MPCA finds reduced pollutants in Minn. River Oxygen levels are up in the Minnesota River, a key indicator that one of the state's dirtiest waterways is getting healthier and that efforts to reduce pollution from wastewater treatment plants are working, the Minnesota Pollution Control Agency announced Monday.5:23 p.m.
'New Yorker' writer finds a voice for 'cursing mommies' "New Yorker" writer Ian Frazier believes he's found a new literary voice. Well, maybe not new, but one until recently rarely heard in polite company. The voice that Frazier pens is the "Cursing Mommy," and his new novel "The Cursing Mommy's Book of Days" lets that voice roar.5:54 p.m.
National Public Radio Stories
Syria's Civil Conflict Could Soon Involve Israel
Israel fired a missile into Syrian territory on the Golan Heights on Monday, responding to mortar shell that landed on Israeli-held territory The cross-border incident occurred as Syrian army troops battled rebels near the frontier.
New Umbrella Group Draws Syrian Rebels Together
Robert Siegel talks with Yaser Tabbara, spokesman for a newly formed umbrella organization of Syrian opposition groups. The coalition, forged over the weekend in Doha, is much broader than its predecessor, the Syrian National Council, bringing together roughly 90 percent of Syria's opposition. Tabbara, an attorney typically based in Chicago, helped broker the coalition's agreement.
Election Marked Major Gains For Gay Rights Activists
Victories for same-sex marriage activists in four states last week mark a turnaround for them at the ballot box, following losses in 2004 and 2008. The wins come at a time when gay people seem to be enjoying broader acceptance in the U.S. Audie Cornish talks with New Yorker writer Alex Ross. Ross wrote a recent essay about the evolution of the gay rights movement in America.
BBC Embroiled In Controversy As Leaders Step Down
On Saturday, the BBC's Director General, George Entwistle, resigned. On Monday, Helen Boaden, director of BBC News, and her deputy Stephen Mitchell, took leaves of absence after what appear to be major breaches of journalistic ethics. The first occurred a few weeks ago when the organization spiked an investigative report about alleged child sex abuse by a former BBC star, Jimmy Savile. The second happened last week when the BBC falsely accused a former senior politician, still living, of child abuse.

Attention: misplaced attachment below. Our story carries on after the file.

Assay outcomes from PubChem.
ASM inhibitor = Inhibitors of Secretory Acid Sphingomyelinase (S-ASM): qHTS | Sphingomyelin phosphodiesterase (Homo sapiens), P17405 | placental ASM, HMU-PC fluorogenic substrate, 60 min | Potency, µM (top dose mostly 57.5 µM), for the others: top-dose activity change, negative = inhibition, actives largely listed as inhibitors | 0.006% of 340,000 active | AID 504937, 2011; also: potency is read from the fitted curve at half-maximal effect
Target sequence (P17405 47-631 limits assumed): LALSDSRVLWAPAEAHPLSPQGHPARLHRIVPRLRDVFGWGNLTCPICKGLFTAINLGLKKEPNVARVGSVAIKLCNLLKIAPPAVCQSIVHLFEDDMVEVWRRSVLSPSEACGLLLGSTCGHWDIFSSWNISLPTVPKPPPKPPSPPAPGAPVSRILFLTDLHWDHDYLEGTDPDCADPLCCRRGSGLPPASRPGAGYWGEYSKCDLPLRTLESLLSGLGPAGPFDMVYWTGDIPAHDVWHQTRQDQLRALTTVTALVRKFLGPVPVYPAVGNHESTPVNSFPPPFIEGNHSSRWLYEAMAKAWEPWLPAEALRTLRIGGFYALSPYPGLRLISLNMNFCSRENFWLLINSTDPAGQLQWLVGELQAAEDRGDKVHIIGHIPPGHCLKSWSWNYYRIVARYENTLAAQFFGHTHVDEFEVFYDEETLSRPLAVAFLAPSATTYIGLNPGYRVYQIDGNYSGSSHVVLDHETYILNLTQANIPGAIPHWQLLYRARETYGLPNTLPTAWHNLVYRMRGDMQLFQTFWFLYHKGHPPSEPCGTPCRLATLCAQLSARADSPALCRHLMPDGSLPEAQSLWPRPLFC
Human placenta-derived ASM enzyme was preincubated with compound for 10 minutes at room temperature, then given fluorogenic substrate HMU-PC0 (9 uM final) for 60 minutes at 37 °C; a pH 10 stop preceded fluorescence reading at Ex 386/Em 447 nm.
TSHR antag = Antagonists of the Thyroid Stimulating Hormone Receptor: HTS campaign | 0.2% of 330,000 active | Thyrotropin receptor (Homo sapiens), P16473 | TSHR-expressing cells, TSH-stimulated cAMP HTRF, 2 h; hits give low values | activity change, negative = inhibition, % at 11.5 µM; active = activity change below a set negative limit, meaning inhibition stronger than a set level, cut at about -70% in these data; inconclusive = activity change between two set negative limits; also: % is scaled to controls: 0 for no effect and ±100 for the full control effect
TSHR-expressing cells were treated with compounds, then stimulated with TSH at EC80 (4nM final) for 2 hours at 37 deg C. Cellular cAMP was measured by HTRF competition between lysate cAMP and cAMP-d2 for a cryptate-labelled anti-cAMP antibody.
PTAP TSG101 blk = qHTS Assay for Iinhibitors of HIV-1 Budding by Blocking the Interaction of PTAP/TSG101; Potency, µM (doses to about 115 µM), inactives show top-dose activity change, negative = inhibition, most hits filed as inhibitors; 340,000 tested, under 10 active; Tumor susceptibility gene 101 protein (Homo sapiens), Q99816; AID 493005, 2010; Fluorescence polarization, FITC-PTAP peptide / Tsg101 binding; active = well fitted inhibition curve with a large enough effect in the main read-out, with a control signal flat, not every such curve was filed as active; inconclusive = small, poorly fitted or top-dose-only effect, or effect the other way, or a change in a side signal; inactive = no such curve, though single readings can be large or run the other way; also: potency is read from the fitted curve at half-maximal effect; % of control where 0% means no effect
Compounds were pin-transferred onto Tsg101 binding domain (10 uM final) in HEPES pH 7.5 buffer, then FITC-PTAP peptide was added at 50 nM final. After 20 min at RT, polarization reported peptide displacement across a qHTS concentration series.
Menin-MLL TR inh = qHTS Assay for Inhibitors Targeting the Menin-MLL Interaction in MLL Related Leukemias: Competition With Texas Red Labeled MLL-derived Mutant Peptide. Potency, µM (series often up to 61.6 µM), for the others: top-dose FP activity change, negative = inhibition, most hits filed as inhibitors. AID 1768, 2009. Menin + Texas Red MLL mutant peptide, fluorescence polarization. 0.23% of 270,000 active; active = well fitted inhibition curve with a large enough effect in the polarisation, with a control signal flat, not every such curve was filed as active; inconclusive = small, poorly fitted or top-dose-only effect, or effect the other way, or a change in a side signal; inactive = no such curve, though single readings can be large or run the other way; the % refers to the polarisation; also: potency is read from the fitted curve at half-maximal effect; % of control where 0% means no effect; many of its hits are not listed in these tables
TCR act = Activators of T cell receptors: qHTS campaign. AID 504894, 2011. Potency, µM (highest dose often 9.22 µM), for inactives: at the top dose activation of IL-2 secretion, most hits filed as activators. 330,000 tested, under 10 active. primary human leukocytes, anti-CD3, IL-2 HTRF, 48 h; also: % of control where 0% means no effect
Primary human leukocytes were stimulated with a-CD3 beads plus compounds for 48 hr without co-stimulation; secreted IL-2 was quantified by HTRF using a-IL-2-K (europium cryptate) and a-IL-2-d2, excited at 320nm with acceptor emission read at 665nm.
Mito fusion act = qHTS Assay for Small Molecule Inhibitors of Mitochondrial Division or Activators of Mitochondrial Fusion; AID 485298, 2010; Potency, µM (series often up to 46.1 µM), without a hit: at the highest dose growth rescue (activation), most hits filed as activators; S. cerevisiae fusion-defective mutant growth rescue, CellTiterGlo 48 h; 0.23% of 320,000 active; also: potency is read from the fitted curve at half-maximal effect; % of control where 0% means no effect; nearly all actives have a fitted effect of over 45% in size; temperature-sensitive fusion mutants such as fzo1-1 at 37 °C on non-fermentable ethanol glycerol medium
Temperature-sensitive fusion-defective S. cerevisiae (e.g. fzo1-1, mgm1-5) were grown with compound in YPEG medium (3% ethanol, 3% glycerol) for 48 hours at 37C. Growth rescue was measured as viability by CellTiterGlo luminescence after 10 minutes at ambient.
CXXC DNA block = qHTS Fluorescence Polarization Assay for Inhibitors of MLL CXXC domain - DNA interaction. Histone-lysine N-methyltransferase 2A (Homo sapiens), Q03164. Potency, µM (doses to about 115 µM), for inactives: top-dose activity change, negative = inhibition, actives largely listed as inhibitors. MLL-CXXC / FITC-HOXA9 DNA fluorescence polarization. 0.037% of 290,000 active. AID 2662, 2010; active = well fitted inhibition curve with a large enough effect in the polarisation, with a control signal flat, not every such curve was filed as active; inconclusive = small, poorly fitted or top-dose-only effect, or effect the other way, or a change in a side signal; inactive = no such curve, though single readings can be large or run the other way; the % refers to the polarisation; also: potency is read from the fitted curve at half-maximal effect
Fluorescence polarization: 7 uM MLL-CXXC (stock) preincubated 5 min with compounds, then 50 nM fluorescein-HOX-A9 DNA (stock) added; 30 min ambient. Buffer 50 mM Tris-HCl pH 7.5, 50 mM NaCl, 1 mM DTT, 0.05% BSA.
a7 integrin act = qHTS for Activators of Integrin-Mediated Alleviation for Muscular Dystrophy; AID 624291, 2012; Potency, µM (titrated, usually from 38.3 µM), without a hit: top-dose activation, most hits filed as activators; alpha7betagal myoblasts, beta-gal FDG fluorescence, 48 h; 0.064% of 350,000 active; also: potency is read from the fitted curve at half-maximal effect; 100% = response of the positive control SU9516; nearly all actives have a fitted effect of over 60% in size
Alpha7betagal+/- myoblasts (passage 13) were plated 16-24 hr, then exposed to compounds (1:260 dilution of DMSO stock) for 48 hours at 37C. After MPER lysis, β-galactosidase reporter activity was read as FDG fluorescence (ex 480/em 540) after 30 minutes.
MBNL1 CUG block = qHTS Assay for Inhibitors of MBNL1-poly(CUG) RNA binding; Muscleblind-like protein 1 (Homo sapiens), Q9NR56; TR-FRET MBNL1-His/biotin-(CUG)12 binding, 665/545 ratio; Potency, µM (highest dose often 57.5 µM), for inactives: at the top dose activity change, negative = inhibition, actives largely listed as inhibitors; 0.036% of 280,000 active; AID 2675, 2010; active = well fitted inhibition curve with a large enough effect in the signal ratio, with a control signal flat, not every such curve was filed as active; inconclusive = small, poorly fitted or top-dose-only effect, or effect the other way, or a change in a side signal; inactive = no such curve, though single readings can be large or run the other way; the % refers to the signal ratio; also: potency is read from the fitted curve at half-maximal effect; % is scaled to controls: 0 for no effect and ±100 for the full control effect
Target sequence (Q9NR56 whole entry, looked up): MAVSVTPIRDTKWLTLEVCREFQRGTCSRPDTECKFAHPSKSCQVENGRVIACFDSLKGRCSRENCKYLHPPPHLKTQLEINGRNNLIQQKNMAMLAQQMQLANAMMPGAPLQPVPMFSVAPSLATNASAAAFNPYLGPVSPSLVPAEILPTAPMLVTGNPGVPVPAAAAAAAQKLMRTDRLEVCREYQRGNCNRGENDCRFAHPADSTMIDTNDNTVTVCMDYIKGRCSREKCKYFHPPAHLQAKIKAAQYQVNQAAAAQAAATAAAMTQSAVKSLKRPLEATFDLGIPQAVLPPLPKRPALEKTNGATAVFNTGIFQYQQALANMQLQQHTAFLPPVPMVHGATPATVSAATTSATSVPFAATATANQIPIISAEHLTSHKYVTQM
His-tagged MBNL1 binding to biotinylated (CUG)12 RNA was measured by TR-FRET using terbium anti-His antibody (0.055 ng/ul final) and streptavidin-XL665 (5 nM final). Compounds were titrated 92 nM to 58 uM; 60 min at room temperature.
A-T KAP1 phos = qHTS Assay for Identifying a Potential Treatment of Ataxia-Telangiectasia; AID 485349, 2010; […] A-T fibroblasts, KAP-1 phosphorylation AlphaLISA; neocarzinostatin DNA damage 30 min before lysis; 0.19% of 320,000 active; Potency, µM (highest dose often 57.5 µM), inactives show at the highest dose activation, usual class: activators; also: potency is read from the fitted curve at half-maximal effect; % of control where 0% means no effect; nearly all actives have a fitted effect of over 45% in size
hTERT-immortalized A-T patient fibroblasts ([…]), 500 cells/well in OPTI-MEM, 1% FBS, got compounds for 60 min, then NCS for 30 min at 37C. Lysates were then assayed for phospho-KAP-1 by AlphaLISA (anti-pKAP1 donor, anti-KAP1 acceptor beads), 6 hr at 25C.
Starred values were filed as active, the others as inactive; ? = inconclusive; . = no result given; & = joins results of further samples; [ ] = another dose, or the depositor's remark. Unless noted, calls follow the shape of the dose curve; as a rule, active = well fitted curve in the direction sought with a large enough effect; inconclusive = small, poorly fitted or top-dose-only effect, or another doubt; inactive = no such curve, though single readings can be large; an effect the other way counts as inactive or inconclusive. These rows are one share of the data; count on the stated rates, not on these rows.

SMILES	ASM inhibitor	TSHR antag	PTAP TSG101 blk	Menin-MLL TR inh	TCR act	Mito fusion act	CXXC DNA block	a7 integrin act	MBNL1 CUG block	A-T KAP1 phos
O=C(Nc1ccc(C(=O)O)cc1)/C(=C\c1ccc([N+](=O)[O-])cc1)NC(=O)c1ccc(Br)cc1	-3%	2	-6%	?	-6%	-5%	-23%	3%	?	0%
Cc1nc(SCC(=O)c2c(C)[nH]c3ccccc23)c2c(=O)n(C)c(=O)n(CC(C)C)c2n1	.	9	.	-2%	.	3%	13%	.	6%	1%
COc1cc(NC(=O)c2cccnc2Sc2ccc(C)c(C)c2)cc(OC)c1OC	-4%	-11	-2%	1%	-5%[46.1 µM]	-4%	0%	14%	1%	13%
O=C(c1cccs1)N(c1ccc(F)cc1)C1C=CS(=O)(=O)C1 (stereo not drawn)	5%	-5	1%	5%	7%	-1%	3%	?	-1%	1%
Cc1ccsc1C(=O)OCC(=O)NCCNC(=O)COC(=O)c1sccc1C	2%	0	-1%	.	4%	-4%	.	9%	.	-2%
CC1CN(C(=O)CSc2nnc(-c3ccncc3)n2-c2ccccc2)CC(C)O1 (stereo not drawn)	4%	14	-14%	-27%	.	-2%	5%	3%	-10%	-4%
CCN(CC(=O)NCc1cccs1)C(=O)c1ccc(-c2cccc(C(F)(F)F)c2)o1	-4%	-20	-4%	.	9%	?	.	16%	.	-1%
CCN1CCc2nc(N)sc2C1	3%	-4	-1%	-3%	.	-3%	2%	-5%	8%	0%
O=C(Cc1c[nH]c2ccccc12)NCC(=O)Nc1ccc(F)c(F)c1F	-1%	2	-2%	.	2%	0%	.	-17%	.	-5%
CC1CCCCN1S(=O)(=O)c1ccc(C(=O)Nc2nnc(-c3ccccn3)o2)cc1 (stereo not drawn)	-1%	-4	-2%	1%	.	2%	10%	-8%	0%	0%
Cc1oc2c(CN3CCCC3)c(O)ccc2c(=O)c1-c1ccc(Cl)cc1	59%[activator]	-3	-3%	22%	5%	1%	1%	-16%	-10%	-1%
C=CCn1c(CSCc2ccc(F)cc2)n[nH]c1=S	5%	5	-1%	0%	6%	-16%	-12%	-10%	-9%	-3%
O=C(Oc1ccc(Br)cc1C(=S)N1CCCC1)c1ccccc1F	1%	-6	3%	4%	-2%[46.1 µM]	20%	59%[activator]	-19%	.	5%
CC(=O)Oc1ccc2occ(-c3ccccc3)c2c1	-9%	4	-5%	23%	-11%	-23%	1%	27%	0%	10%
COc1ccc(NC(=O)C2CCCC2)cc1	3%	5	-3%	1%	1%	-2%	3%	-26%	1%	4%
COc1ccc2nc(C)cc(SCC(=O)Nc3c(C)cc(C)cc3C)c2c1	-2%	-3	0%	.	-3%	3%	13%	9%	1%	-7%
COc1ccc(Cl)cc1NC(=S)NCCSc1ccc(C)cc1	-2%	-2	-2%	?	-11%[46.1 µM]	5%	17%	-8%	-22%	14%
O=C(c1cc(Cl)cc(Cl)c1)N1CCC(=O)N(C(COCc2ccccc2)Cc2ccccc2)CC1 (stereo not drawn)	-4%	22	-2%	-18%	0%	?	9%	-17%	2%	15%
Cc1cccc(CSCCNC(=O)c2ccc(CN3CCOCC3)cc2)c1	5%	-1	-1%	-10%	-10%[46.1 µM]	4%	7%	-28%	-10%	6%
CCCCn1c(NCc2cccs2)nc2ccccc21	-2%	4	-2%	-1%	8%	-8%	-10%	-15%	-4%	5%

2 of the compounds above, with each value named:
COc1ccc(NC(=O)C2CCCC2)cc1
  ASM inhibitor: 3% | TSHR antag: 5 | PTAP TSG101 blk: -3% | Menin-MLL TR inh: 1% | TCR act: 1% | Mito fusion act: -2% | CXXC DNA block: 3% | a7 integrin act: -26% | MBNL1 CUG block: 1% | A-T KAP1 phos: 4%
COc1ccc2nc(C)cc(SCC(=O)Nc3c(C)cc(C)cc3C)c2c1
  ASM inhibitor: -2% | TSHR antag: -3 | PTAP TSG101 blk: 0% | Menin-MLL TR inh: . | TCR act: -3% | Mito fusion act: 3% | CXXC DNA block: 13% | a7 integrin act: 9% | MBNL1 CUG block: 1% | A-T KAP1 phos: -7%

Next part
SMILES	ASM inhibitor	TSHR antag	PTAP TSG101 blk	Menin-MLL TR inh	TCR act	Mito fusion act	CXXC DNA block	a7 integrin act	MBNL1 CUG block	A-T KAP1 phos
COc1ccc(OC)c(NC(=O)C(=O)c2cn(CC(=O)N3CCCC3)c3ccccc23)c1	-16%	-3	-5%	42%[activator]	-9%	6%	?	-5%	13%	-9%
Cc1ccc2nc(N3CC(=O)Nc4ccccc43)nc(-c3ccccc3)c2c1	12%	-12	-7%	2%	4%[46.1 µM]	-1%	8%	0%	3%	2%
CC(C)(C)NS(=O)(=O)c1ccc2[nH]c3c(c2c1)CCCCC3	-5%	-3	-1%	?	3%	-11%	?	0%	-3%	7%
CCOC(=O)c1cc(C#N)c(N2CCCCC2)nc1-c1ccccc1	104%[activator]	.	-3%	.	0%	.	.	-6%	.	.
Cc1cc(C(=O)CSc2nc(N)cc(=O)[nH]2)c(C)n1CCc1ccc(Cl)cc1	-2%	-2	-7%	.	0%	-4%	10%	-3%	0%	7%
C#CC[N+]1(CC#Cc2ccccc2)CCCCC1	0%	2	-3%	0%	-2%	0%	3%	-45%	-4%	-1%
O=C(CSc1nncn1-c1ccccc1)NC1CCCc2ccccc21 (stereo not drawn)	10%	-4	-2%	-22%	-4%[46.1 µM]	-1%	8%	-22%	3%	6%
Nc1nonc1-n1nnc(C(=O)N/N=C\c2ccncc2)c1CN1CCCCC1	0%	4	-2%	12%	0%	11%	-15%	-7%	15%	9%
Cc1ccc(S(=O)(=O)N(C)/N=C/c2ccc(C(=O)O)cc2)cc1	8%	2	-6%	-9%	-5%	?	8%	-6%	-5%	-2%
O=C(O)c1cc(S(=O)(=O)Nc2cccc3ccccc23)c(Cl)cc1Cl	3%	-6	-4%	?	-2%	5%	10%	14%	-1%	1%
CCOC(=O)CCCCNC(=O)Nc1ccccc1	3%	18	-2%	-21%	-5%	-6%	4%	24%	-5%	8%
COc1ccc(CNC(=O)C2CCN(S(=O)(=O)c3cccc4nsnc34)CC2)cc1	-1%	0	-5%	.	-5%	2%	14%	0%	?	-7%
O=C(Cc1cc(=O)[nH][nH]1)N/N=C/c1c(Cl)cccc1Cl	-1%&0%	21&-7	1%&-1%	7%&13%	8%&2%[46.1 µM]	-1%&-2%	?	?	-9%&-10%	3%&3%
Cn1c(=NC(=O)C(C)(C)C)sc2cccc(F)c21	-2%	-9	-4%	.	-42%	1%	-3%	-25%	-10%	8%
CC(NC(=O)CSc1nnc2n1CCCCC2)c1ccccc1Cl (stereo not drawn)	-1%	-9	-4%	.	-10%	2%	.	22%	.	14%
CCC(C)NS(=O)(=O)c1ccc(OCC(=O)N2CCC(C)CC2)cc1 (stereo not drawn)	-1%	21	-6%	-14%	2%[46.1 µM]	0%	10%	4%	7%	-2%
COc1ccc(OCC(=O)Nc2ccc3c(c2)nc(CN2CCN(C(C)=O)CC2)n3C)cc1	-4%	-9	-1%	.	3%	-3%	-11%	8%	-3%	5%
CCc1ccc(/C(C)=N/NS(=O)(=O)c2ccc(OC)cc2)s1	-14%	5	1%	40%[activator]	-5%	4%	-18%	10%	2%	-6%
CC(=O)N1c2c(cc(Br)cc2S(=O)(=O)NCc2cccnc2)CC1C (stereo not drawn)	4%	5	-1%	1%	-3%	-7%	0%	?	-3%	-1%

Firestorm Erupts Over Virginia's Education Goals
The state's school board wants to measure progress in math and reading differently for students based on race and ethnicity. Supporters say the new passing rates take into account students' different starting points. Critics charge the mandates are "backwards-looking."
New Greek Budget Calls For More Cuts, Tax Hikes
The Greek government passed a 2013 budget on Monday that includes more spending cuts and tax hikes. But European leaders, while welcoming the move, won't give Greece its latest loan fix for now because of the country's rising debt. More than two years after Greece adopted a punishing austerity regimen in exchange for bailout loans, the country remains deeply in debt and addicted to loans. There has been some progress on reforms, especially in doing business in Greece, but this has been vastly overshadowed by a deep recession that has left more than a quarter of the work force unemployed and a mounting debt that everyone agrees is unsustainable.
A German City With Debt Problems Of Its Own
Oberhausen — Germany's most indebted city — borrows nearly $500,000 daily. It needs the funds not just to keep itself afloat but also to make regular payments intended to revitalize former East German cities. Critics say the payments are unwarranted when Oberhausen itself is in such dire straits.
Georgia Immigration Law Trips Up Doctors And Nurses
A new immigration law in Georgia requires everyone licensed by the state to prove citizenship. But the law is having an unintended consequence: many health care workers, included doctors and nurses, are losing their licenses because of a paperwork backlog.
Writing Project Helps Veterans Cope After War
This Veterans Day marks the first issue launch of O-Dark-Thirty, a literature quarterly composed entirely of veterans' fiction and non-fiction. It's published by The Veterans Writing Project, a nonprofit based in Washington, D.C. Robert Siegel speaks with retired Army Lt. Col. Ron Capps, now an award-winning author and director of the project.
On Veterans Day, Stories Of Service
Two authors and former members of the U.S. military tell their stories. Benjamin Busch remembers his grandfather's silence about serving in World War II, while David Abrams reflects on the terrifying beginning of his deployment to Iraq.